But Cordero's bakery wouldn't be the first of its kind in Miami. Bunnie Cakes, a vegan sweet shop, opened a storefront in Wynwood earlier this year. The heart-spangled café bakes gluten-free guava cupcakes and rich chocolate brownies. It's a resounding success, and Bunnie Cakes' owner, Mariana Cortez, has already expanded her menu to include lunch and savory foods.
What makes the House of V's concept different? Unlike Cordero, Cortez is a self-taught baker. "In the past, vegan cooks in Miami were self-taught people who went into veganism for personal reasons," says Cordero. "This new wave of vegan chefs is different. We are very lucky because we have formal training."
Such luck will soon spread to Miami: A raw food culinary school will open in Wynwood next year. Matthew Kenney — a prominent raw food chef who owns three restaurants nationwide and has written ten cookbooks — has partnered with Karla Dascal, founder of Space Miami. The partnership will operate the academy alongside the White Lotus, a living-foods restaurant. The ambitious venture will provide aspiring vegan chefs with an education.
It'll also thrust the Magic City's nascent vegan scene to a higher level.
Although these initiatives are important additions to the city, they also cater to an upscale crowd, the kind that can afford beautiful cupcakes and innovative academies. Love & Vegetables serves a different demographic. Kalmanowicz and his partner, Avril Johnnidis, aspire to make vegan food accessible to all.
The duo hosts pay-what-you-can dinners at Earth N' Us Farm, an urban estate populated by chickens, cats, and folks who live in the farm's tree houses. For each six-course meal, the partners request a suggested donation of about $35. Those who can't afford the vegan dinner can help in other ways, like clearing the table or doing the dishes.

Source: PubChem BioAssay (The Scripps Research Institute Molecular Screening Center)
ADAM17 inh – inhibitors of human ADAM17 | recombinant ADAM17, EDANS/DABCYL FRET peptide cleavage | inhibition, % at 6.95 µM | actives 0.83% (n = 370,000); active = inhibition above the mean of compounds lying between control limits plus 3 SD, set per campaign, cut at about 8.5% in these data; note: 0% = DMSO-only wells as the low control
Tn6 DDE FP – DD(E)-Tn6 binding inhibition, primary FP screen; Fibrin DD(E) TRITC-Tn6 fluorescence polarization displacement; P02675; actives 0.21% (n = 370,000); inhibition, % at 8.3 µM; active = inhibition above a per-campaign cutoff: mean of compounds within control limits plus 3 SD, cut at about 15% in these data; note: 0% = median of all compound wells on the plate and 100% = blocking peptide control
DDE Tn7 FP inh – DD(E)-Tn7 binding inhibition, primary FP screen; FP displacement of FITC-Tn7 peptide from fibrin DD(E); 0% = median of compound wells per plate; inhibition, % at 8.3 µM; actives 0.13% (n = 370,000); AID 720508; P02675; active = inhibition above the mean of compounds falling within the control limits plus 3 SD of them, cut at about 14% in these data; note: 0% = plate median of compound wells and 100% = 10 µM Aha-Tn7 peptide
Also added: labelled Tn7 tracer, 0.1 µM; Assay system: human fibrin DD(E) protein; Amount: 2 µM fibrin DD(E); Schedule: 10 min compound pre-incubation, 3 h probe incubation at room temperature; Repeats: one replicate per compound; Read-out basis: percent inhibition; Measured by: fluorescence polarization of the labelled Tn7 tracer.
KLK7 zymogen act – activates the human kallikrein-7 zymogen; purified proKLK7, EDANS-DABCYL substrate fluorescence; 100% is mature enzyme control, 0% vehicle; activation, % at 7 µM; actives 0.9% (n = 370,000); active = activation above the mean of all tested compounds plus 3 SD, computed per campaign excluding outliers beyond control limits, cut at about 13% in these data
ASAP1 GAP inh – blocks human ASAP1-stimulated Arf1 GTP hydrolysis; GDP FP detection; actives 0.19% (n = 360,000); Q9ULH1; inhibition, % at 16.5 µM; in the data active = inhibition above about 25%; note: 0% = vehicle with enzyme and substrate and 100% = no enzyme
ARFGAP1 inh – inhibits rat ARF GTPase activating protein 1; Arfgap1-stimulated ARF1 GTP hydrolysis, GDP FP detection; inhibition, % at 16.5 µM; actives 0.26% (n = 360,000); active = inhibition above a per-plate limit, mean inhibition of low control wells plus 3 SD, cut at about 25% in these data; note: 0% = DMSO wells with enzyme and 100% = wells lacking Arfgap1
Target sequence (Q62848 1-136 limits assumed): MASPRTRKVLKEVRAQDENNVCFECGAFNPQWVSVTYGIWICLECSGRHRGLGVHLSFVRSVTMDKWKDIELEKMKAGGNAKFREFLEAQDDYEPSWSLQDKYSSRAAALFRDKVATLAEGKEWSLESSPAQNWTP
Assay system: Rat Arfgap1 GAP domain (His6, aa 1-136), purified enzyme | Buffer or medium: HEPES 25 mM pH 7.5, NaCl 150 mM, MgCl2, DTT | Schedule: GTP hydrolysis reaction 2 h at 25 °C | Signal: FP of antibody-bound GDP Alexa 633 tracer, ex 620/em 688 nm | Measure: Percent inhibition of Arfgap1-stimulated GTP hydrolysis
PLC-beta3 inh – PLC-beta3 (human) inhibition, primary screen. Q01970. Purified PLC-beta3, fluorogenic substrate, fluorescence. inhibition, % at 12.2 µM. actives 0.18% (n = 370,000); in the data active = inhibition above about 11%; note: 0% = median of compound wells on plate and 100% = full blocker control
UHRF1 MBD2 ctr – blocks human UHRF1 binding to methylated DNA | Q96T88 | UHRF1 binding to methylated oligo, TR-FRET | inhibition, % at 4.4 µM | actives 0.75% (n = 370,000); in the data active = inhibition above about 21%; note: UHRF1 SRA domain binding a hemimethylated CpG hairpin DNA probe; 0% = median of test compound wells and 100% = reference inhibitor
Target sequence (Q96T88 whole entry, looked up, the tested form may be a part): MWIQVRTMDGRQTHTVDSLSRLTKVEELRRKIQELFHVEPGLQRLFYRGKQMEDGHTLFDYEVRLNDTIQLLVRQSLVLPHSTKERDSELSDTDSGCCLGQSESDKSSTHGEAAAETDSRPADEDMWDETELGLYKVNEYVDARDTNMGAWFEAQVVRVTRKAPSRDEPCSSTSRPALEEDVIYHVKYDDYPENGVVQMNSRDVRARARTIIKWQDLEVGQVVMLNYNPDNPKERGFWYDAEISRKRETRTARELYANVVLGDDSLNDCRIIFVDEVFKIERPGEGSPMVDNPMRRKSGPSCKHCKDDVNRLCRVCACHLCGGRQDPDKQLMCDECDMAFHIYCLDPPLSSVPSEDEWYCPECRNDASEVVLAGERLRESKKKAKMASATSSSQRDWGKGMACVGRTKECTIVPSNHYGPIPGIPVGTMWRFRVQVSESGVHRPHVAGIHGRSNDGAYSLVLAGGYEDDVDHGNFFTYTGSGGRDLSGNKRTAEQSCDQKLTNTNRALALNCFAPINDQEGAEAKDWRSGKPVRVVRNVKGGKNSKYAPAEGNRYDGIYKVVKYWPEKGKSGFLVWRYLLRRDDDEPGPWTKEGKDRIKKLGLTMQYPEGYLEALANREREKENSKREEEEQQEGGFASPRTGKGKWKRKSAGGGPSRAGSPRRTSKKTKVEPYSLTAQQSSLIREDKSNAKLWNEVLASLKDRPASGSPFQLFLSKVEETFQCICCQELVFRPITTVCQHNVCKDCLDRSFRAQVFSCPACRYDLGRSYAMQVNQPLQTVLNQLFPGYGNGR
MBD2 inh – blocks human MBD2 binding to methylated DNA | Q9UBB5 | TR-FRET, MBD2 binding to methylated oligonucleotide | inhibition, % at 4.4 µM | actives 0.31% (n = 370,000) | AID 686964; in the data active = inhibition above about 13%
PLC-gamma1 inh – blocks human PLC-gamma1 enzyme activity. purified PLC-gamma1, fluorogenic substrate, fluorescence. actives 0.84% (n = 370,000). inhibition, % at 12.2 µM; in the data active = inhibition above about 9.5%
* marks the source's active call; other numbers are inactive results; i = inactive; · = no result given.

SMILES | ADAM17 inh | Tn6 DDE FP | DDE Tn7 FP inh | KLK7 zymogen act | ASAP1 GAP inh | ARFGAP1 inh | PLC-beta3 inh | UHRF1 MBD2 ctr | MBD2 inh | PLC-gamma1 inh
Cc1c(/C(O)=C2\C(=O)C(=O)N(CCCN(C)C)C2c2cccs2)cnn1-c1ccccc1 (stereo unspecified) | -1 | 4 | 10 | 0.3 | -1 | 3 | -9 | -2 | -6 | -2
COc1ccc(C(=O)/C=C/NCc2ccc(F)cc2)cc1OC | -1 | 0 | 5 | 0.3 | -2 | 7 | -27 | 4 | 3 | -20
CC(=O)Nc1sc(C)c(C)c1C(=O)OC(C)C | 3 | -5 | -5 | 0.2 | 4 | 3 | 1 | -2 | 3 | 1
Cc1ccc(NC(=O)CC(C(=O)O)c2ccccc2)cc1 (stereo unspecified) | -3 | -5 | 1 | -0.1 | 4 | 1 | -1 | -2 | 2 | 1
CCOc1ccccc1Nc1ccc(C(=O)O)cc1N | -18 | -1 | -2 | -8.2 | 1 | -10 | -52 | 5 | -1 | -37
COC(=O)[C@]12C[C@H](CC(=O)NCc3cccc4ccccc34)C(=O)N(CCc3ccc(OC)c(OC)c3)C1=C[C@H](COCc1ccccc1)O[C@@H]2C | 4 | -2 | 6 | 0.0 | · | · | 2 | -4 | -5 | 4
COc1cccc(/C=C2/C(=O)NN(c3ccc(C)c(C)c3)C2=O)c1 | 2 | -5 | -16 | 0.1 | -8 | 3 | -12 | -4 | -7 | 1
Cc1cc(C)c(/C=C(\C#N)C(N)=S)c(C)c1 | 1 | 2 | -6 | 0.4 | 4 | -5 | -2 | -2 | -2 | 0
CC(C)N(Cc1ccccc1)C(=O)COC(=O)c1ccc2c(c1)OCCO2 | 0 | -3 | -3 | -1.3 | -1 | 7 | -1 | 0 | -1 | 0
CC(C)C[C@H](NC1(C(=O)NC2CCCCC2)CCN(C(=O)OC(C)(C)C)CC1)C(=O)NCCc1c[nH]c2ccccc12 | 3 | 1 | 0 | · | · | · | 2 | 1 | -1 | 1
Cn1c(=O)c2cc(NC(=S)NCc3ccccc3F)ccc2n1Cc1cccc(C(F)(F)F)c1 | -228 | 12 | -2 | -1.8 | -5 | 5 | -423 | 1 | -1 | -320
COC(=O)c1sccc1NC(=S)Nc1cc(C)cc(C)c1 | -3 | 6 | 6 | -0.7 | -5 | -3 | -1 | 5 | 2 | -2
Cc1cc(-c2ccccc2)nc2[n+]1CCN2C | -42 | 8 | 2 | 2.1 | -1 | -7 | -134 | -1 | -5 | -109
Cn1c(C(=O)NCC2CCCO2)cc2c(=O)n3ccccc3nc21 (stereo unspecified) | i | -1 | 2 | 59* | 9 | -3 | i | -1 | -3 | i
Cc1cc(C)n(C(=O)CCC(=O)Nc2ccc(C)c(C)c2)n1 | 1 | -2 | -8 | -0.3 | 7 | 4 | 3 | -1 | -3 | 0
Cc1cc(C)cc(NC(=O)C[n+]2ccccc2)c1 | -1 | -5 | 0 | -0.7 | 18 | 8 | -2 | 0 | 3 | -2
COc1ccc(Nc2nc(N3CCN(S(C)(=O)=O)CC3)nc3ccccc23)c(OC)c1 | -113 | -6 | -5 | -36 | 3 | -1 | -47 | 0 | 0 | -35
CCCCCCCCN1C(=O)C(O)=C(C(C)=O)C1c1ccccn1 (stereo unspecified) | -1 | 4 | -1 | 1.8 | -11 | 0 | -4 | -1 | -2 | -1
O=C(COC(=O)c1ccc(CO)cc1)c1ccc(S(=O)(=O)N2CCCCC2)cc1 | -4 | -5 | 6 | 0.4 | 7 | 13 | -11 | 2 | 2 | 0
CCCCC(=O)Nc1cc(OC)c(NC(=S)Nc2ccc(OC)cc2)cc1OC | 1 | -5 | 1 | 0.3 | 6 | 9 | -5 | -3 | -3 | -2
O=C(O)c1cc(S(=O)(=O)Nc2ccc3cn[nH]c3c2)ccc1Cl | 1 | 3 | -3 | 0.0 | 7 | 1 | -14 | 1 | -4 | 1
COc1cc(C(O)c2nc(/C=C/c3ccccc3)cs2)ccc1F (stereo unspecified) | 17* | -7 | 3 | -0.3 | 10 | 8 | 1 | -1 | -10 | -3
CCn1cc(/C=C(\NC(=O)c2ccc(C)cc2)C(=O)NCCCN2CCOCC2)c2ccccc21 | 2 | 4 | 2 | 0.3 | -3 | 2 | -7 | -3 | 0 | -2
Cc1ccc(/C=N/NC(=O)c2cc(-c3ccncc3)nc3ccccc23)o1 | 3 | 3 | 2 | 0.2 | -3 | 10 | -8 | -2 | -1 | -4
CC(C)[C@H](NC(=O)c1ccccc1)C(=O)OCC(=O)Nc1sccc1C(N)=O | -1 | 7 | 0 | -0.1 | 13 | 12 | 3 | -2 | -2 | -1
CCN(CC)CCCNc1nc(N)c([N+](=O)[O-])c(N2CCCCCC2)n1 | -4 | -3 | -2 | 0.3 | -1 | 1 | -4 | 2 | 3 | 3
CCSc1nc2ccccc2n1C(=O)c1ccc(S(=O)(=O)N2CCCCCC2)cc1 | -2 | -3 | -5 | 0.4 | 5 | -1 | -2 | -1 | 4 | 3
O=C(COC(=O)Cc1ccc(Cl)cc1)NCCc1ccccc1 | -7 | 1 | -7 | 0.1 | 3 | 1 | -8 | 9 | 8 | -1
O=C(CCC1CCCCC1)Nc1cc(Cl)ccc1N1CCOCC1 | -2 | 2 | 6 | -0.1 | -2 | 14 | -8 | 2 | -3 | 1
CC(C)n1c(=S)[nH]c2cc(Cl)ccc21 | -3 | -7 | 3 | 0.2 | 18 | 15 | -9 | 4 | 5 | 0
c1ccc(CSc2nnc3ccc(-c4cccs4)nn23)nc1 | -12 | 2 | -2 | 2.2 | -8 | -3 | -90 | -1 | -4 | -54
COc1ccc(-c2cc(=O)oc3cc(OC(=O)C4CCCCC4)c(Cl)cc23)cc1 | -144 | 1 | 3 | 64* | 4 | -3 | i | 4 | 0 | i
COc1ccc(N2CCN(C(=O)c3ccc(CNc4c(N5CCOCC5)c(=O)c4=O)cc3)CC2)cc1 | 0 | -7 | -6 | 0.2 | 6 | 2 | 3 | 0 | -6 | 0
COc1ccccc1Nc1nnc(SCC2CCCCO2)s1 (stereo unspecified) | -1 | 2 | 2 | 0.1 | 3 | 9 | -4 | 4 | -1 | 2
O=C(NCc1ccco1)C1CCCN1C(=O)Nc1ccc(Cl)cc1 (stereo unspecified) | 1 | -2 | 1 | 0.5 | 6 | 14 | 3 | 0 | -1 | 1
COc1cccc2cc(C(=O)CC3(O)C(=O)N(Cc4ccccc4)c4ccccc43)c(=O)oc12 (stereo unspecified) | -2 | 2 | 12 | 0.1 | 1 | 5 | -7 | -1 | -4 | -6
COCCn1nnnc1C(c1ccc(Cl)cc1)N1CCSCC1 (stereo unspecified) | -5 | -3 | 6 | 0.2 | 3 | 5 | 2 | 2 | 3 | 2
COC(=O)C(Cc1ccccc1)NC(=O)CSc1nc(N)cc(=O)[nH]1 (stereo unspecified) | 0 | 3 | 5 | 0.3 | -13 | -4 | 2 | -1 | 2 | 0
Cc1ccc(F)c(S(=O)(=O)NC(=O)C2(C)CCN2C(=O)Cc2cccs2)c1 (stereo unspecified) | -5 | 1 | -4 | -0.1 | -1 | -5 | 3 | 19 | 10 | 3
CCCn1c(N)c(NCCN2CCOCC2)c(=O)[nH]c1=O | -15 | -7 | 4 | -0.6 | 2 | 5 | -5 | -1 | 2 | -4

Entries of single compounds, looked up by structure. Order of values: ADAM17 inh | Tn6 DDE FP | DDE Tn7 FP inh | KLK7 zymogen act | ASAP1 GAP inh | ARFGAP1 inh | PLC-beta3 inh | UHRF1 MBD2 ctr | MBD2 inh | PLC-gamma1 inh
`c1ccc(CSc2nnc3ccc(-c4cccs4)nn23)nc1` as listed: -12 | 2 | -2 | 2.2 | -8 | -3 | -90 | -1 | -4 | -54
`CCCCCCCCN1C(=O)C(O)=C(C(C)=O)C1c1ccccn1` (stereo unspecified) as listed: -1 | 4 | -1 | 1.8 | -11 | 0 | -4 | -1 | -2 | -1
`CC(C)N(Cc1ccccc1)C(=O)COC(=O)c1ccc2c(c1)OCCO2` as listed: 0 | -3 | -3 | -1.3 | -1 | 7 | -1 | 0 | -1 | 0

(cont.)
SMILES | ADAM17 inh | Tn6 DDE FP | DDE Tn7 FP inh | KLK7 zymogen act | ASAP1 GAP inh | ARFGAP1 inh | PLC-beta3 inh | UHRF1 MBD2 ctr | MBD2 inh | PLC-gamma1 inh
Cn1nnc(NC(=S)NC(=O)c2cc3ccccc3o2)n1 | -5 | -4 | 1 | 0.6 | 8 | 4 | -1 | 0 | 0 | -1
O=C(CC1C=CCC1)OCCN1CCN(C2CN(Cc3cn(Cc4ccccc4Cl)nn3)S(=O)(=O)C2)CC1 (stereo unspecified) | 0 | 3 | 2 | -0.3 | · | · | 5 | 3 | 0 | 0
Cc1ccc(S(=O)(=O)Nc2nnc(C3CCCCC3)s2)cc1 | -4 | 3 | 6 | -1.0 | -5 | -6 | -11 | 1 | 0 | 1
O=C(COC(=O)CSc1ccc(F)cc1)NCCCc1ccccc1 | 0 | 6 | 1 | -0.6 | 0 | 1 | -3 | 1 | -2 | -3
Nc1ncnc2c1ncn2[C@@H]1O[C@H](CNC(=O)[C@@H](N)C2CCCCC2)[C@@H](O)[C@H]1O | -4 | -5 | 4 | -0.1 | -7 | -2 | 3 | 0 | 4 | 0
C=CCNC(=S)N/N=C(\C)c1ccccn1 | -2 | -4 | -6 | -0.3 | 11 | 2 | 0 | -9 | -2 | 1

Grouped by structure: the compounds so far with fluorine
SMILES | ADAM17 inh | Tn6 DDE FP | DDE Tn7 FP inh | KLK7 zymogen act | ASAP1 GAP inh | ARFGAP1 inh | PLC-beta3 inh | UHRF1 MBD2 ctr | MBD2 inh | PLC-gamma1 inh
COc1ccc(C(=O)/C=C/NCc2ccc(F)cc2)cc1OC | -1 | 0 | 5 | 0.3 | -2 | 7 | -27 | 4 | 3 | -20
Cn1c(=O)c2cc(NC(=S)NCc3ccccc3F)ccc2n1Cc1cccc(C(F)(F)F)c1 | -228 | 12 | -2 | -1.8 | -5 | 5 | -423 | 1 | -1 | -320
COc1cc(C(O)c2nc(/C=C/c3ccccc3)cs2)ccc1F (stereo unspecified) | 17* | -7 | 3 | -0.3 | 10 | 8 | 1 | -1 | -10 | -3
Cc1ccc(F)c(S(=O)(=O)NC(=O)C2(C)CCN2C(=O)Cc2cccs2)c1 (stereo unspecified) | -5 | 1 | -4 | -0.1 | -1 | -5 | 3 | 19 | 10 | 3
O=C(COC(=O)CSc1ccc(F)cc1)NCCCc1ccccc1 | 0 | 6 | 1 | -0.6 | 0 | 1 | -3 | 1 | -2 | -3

"There are times when I have $6 in my pocket, and I've found myself in need of my own pay-what-you-can dinners," says Kalmanowicz. "I live in Little Haiti, where you can get three pieces of fried chicken for two bucks, but an apple at Publix costs $1.70. If you're poor, what are you gonna choose?"
To fund the operation, the partners work as personal chefs. They use the extra cash from their private jobs to buy local greens and organic fruits for Love & Vegetables. After this year's season, which will operate from September to April, they plan to open a permanent pay-what-you-can vegan restaurant. "It's what I see that's needed," Kalmanowicz says. "No one believes that a nonprofit community café can work in Miami, but good, healthy, nutritious food shouldn't be inaccessible."
Kalmanowicz's partner Johnnidis also values affordable vegan fare. She moved to Miami six months ago after traveling the globe. The Harvard graduate, who became a vegetarian after living at a Tibetan Buddhist monastery in Nepal, practices healing and holistic wellness counseling. Alongside Kalmanowicz, she has mastered vegan recipes that mimic dishes served at fine-dining restaurants, like shiitake mushrooms and leeks smothered in white wine-thyme sauce.
"Miami is young in a lot of different areas, but that's what makes it so exciting for us," says Johnnidis. "There's a desire for good vegan food that's burgeoning. Those are the crowds that keep us moving ahead with it all."